2. Be realistic.

You may also want to consider using your calendar for a week to track how you are currently spending your energy and how this makes you feel. Reflect on this and use this information to help you figure out what your limits are with regards to adding activist activities to your life. This is new for a lot of us, so taking the time to get present to what you can realistically do is important. Then, plan the work and work the plan.

3. Set limits.

Given how overwhelming all this can be, limits are going to be more useful than ever. Some common areas for limit-setting include social media, internet use, late night TV watching and work. Of course, everyone is different.

Ask yourself: Where do I need to reel myself in a little? Where am I giving a little too much? How can I make setting limits more feasible? What gets in the way of setting limits? How can I bust that barrier?

Putting pen to paper to answer these questions can help you get present to your own unique answers in a more tangible way.

4. Be intentional about your news sources.

Staying informed is important, but information from every stream online and off is draining. To streamline this in a trauma-informed way, you may consider these tactics:

  • Choose one source that speaks to you and visit their site briefly daily or weekly for summaries.
  • Watch comedy news shows to keep the news viewing contained and use humor to hear about what’s going on without it being as triggering.
  • Subscribe to one organization’s action alerts so that you know clearly when to take action on the efforts that are most important to you.

And, leave the rest. Unsubscribe from stuff you can’t really take in. Turn off notifications. By choosing a primary source and reducing the noise, you find that sweet spot between staying informed and feeling helpless.

5. Make recharging a priority.

We all need to recharge. It’s a given even though it can be hard for us to make this happen in our daily lives. Sometimes, too, it’s not for any lack of ideas about what to do but more so an issue of getting present and determining if this is a priority to you.

One way to get present to your needs is to ask yourself what is being taxed. How’s your sleep, nutrition, space for play and relaxation efforts? What aren’t you getting enough of and what’s keeping you from doing these things? From there you can inquire about what you need to and are willing to adjust to make this a priority. What can you choose in the matter? That’s key to getting in touch with your priorities and how you can make this a priority.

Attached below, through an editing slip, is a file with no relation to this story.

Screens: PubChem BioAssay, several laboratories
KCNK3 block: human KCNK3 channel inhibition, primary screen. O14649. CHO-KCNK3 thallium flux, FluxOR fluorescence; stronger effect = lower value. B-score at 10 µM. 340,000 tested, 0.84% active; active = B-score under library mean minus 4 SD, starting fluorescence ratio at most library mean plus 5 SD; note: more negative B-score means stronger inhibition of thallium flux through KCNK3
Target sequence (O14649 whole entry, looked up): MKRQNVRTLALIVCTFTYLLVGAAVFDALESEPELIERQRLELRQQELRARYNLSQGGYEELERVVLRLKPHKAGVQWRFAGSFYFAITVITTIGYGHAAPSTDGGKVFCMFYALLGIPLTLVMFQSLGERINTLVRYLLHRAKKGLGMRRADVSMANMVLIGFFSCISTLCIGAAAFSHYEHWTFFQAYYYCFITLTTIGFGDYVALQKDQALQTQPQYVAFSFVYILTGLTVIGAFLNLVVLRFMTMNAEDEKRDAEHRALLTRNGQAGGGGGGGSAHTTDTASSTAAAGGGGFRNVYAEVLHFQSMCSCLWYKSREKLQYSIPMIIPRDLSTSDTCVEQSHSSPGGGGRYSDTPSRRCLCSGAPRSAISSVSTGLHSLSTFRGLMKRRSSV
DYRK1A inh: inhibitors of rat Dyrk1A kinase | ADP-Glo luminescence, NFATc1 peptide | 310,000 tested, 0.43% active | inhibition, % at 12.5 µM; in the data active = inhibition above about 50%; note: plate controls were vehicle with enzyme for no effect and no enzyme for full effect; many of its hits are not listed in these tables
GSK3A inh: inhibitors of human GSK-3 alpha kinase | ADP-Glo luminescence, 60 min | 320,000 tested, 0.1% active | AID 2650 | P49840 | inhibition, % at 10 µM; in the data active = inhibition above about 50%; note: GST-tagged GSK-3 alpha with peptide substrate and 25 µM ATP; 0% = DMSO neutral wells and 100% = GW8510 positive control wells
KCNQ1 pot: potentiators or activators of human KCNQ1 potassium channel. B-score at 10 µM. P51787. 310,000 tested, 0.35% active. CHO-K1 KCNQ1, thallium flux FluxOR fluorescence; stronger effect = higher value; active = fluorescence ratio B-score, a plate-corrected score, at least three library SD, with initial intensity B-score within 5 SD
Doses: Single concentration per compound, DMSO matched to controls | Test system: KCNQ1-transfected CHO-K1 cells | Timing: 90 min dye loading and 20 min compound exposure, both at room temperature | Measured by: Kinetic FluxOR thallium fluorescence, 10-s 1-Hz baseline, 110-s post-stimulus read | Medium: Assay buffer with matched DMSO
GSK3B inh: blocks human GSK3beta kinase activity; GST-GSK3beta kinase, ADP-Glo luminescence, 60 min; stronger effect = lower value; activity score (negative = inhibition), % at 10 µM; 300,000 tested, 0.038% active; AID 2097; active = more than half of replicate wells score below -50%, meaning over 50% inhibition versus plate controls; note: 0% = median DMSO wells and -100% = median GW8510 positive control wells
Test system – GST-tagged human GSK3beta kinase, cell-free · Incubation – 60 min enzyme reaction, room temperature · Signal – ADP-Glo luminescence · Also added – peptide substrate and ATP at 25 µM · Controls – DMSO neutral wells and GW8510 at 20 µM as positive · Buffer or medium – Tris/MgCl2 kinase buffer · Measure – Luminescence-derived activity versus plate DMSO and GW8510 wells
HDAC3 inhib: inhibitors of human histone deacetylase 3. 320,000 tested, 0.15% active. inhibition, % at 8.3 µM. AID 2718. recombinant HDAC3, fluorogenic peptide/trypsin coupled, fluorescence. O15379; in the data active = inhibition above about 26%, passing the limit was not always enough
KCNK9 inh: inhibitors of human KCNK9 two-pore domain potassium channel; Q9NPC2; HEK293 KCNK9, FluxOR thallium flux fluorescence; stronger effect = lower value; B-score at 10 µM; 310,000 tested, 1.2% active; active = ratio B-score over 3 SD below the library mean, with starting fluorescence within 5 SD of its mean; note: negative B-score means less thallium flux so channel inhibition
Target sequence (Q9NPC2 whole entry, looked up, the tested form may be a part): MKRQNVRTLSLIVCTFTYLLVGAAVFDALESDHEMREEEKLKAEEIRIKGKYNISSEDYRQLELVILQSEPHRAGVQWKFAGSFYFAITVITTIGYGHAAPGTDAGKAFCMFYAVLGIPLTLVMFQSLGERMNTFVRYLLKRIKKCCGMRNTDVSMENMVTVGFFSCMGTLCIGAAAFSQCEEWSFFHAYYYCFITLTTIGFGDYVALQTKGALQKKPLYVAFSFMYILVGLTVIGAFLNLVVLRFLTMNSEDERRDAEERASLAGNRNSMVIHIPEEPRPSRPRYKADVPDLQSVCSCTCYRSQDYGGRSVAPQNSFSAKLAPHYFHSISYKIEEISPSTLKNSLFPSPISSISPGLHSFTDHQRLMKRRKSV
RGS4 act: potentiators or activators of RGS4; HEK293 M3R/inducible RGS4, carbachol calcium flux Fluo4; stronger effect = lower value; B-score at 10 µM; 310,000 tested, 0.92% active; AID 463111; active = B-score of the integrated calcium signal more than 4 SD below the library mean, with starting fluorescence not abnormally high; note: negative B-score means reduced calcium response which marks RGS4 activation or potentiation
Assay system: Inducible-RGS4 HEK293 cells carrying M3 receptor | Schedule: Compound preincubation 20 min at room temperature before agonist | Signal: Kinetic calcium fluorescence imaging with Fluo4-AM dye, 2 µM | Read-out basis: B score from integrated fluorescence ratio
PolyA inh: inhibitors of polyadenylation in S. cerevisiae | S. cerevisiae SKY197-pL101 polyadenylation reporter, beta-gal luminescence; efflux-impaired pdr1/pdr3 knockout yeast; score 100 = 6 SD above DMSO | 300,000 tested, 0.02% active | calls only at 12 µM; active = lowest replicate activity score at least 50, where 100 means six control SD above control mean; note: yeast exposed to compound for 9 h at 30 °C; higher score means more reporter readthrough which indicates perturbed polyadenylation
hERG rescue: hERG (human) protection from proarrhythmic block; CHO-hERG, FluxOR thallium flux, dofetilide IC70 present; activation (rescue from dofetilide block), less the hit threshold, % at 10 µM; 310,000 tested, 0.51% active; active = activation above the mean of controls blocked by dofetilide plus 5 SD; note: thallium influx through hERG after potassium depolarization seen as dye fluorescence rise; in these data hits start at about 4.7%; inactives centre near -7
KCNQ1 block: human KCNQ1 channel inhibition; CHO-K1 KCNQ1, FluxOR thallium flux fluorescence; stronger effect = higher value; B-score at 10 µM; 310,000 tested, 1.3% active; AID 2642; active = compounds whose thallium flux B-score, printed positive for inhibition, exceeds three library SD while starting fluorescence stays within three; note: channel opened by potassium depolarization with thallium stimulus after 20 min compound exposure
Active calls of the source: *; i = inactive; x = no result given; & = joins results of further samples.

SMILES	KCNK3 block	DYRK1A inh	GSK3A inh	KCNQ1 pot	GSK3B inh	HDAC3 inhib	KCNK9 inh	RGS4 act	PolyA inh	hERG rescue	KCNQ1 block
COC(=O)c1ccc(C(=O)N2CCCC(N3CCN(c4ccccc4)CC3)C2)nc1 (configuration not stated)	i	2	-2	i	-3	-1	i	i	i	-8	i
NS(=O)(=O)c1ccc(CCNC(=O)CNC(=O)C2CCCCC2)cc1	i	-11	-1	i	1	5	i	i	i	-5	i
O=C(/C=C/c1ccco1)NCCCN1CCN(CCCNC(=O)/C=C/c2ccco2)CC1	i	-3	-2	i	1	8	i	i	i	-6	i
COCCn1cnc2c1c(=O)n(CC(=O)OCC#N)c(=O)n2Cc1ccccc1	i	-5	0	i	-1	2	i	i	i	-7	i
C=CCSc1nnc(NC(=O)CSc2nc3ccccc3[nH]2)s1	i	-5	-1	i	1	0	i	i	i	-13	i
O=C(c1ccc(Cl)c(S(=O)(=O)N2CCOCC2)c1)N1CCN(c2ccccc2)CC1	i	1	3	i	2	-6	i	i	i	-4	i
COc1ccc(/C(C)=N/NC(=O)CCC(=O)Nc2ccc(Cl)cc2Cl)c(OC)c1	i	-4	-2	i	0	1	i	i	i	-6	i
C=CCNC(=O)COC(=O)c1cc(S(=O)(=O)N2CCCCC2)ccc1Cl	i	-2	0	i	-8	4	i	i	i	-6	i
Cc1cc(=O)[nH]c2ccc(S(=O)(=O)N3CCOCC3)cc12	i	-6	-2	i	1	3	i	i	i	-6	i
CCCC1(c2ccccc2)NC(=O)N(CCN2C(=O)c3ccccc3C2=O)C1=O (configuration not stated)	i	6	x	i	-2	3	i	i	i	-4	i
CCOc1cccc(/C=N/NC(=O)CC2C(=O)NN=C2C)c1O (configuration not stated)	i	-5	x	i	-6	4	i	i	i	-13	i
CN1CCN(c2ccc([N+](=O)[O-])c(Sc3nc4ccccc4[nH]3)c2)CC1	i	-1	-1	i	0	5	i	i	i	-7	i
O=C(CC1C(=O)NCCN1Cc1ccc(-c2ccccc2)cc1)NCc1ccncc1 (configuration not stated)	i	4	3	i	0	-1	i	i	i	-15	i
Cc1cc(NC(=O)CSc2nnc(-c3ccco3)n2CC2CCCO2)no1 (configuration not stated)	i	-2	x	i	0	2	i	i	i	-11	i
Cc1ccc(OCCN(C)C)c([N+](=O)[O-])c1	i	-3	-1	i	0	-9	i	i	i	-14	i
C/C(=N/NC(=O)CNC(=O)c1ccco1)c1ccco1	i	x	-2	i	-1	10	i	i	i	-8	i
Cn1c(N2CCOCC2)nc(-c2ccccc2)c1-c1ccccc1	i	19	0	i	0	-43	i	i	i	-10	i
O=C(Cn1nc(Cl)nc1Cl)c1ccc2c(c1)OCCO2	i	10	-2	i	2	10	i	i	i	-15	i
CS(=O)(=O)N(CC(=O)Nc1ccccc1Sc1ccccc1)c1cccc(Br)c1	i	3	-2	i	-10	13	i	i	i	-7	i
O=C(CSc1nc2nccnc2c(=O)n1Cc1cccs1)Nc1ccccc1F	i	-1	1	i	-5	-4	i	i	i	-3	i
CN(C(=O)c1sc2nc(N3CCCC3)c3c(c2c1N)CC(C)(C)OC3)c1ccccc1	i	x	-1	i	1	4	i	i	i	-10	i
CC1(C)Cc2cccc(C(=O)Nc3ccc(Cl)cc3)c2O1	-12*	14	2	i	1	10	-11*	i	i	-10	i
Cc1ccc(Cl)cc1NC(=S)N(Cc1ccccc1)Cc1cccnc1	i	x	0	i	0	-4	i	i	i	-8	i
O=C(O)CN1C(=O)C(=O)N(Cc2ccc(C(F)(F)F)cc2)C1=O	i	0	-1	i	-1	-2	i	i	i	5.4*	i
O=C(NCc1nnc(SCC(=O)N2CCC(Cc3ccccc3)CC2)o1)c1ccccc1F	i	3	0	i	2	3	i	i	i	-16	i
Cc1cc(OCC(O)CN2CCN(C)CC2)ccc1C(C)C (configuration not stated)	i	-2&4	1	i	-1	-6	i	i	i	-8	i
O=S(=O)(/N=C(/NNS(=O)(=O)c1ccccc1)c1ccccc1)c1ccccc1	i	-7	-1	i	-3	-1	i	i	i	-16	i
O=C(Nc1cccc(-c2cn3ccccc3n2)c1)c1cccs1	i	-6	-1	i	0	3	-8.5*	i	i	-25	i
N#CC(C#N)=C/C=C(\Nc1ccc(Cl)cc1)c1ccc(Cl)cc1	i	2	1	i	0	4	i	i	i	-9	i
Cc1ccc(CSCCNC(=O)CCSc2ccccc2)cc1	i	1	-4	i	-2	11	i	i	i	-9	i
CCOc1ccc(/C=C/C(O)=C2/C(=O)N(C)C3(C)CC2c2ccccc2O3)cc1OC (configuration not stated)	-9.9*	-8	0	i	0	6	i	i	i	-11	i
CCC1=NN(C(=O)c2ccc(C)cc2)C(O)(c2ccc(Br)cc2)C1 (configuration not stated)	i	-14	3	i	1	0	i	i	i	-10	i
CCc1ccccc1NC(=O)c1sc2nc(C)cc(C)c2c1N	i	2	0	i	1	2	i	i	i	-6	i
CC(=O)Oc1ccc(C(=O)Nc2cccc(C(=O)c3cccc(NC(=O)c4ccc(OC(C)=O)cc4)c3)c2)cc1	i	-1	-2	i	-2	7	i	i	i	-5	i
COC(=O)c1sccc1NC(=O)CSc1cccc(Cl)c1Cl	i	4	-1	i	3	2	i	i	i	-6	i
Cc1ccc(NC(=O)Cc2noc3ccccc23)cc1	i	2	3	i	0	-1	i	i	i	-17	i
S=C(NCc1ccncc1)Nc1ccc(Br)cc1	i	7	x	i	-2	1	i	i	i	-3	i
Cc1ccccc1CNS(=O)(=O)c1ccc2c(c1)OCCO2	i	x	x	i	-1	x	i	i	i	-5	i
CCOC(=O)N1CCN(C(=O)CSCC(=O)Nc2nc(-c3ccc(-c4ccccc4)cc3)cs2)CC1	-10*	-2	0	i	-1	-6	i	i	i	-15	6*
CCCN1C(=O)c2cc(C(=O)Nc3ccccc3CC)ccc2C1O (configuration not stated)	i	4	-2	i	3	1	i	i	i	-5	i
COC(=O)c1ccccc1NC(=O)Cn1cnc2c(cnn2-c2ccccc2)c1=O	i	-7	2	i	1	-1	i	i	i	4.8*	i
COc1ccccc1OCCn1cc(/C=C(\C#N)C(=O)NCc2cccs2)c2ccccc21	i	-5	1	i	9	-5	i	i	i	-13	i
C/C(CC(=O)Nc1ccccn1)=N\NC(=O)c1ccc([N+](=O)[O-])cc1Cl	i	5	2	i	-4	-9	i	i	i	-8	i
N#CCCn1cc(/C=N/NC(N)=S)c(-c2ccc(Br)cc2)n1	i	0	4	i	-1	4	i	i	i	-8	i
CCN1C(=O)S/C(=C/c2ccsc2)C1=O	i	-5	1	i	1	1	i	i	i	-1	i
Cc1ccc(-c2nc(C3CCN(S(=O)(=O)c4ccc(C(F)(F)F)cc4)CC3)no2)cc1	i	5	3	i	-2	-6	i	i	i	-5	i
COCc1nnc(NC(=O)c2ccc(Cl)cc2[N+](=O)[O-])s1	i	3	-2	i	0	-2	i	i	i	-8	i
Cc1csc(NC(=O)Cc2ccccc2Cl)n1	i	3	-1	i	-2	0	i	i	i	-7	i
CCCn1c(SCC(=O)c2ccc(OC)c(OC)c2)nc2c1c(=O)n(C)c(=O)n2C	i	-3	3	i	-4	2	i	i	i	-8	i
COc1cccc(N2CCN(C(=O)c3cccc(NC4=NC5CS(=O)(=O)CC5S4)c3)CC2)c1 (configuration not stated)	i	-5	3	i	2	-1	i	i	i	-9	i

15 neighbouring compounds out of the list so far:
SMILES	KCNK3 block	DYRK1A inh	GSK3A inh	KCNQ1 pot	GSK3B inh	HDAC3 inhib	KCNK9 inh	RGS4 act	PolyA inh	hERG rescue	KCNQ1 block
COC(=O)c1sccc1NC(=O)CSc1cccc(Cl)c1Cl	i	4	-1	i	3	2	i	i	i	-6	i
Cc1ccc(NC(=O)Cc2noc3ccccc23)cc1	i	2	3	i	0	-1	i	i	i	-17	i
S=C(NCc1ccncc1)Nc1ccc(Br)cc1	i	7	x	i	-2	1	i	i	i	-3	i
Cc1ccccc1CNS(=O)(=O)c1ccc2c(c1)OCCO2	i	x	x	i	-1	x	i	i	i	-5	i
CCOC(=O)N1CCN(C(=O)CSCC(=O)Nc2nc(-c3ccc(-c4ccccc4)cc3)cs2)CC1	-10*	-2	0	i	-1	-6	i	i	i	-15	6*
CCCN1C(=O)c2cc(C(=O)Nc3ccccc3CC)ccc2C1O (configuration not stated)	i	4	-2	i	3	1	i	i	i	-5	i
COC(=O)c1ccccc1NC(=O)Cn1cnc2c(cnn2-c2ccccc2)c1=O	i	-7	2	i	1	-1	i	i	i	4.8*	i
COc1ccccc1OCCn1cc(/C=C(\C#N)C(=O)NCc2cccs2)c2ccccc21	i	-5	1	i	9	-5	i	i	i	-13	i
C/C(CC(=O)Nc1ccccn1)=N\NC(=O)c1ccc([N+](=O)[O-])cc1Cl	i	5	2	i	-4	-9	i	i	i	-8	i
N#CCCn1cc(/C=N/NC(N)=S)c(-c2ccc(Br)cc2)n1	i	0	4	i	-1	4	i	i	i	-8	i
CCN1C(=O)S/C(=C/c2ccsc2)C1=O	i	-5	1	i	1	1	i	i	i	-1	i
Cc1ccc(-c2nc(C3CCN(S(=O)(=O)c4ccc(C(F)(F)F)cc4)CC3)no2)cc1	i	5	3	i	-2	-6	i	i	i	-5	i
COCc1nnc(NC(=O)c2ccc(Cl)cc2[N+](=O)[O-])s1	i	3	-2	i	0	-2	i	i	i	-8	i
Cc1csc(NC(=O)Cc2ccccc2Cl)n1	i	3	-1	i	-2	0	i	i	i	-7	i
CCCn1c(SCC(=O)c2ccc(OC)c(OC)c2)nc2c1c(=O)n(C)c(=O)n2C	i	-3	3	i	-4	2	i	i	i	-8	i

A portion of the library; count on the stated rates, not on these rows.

6. Focus on what inspires you.

Limits are also needed in other areas – like how much advocacy activities to partake in. With so much at stake right now many of us feel pulled in a million different directions. Many of us feel guilty that we can’t fight for the environment, the rights of marginalized communities, and health care all at the same time. When you stop and think about it, that’s A LOT to focus on and none of us can do it all, nor do it all well.

So, choose ONE area that inspires you and do not feel bad for the other areas that you can’t attend to. It’s not that you don’t care, you do, but your PFC resources have limits. And guilt, in this context, can paralyze us. If we all focus in on one thing that inspires us to get in action, then we will do so with much more energy.

7. Consider that others are doing their best.

Finally, if you find yourself frustrated with others lack of participation, hold off on conclusions. Consider that they may be overwhelmed. Maybe they are simply directing their energy to the efforts that are most sustainable for them to attend to. Political unrest is a huge stressor and is triggering for many. It is in our best interest to consider how abuses of power may be limiting people’s activist capacities. The fault is not with them but more so with the people who are abusing power and the culture that supports abuses of power.

Lead with love, reduce the noise, do what you can and have faith that others will too. That’s how we inspire greater participation. That’s how we stay in action. And, that’s how we keep our own flames burning bright in a time when we need the light.

Share This